Menopause can have a detrimental impact on employees’ work and well-being when challenging symptoms are compounded by lack of workplace support. In response, the CIPD has launched new guidance to help HR professionals and line managers tackle a mainstream issue that is often still shrouded in silence.
The guidance is underpinned by the findings of a CIPD and YouGov survey of 1,409 women highlighting the difficulties faced by those between the ages of 45 and 55 who are experiencing menopause symptoms.
Of the three out of five women surveyed who said menopause has a negative impact on them at work, nearly two-thirds (65%) said they were less able to concentrate, more than half (58%) said they experienced more stress and a similar figure (52%) said they felt less patient with clients and colleagues.
Common symptoms can include hot flushes, sleep disturbances and night sweats, as well as psychological symptoms such as mood swings, anxiety and memory loss. Nearly a third of women surveyed (30%) said they had taken sick leave because of their symptoms, but only a quarter felt able to tell their manager the real reason for their absence because of privacy considerations (45%), embarrassment (34%) and managers being perceived as unsupportive (32%).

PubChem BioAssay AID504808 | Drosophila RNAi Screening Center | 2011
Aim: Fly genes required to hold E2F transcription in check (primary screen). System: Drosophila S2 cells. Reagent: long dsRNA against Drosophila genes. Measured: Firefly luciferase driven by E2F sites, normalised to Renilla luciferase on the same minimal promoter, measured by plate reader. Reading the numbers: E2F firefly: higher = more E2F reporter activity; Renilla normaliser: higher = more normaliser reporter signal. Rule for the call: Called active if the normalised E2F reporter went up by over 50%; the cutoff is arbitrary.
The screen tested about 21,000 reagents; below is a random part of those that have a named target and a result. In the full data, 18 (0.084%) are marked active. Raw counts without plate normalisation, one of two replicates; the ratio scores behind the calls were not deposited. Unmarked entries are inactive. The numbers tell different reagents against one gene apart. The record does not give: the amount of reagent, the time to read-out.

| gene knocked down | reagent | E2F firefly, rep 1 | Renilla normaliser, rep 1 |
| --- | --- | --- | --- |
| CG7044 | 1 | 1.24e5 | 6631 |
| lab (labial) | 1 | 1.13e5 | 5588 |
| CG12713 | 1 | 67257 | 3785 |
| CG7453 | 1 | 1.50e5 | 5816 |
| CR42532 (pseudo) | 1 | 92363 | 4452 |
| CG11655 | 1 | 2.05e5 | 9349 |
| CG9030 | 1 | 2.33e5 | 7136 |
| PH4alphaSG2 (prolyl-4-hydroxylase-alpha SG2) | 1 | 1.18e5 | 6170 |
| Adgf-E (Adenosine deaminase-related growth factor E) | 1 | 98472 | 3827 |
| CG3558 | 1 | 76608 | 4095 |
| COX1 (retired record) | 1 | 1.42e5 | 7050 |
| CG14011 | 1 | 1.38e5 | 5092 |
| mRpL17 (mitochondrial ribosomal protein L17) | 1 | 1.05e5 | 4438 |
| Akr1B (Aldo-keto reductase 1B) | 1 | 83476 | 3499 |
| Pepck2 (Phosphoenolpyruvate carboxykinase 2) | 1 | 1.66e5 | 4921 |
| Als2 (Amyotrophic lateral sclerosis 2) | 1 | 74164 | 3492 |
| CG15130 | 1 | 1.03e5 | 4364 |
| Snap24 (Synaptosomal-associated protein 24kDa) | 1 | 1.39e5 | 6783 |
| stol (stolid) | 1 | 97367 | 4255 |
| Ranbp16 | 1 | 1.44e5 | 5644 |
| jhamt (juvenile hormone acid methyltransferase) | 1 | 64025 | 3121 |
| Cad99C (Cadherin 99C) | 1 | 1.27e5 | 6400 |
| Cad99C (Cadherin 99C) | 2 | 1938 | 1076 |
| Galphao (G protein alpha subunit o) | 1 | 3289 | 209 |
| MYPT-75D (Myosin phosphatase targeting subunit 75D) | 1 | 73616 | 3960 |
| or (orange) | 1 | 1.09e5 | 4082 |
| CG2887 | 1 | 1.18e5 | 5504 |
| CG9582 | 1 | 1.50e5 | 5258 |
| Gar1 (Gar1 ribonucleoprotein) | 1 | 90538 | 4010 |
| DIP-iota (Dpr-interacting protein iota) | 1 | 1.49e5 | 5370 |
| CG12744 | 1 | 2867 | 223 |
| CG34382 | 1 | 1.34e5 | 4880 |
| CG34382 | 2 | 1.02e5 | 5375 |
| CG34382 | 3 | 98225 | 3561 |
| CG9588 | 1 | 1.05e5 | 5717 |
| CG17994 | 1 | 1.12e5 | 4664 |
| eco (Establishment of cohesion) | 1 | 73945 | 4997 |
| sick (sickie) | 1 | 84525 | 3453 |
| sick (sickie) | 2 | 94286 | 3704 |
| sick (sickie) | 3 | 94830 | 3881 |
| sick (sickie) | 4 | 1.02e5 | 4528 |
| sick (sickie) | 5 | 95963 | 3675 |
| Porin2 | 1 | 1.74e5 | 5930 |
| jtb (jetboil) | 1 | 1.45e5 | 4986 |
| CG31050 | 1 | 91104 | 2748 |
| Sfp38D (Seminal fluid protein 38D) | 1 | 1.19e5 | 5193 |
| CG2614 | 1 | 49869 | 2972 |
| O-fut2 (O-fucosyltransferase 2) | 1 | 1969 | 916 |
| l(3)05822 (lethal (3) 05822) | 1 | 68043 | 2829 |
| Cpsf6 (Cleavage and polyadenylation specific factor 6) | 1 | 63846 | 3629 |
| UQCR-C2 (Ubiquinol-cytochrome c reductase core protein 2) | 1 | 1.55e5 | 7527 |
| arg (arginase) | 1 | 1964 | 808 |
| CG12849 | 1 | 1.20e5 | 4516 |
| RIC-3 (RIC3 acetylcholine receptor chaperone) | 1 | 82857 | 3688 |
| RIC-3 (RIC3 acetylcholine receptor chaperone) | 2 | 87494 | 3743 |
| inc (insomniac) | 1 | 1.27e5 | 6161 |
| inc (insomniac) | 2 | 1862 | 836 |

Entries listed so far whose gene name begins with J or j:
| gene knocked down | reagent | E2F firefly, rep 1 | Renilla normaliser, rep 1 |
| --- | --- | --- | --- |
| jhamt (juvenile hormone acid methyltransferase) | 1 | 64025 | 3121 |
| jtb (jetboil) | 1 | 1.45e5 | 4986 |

Similar research from Health & Her and Censuswide indicates that women in this demographic have left or considered leaving their careers due to the difficulty of dealing with symptoms in the workplace, with many working extra hours during evenings and weekends to make up for menopause-related absences.
The practical advice set out in the CIPD’s guidance shows that such dire consequences are not inevitable. There are straightforward steps that organisations can offer to improve the situation – for example amended hours to manage insomnia; access to cold water, ventilation and uniform adjustments to increase physical comfort; and mutually agreed role adjustments to help manage stress, concentration and memory loss.
Raising awareness of the issue is a crucial first step to ensuring challenges are dealt with considerately, rather than misunderstood as indicators of poor performance or handled in potentially discriminatory ways.
Women over the age of 50 are the fastest growing group in the UK workforce according to the Office for National Statistics, with the number of 50 to 64-year-old women in work currently at 4.4 million. Organisations that actively create a culture of openness and support for a range of personal circumstances, including menopause, will be best placed to attract and retain valuable talent from this increasingly important pool.
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9th May 2019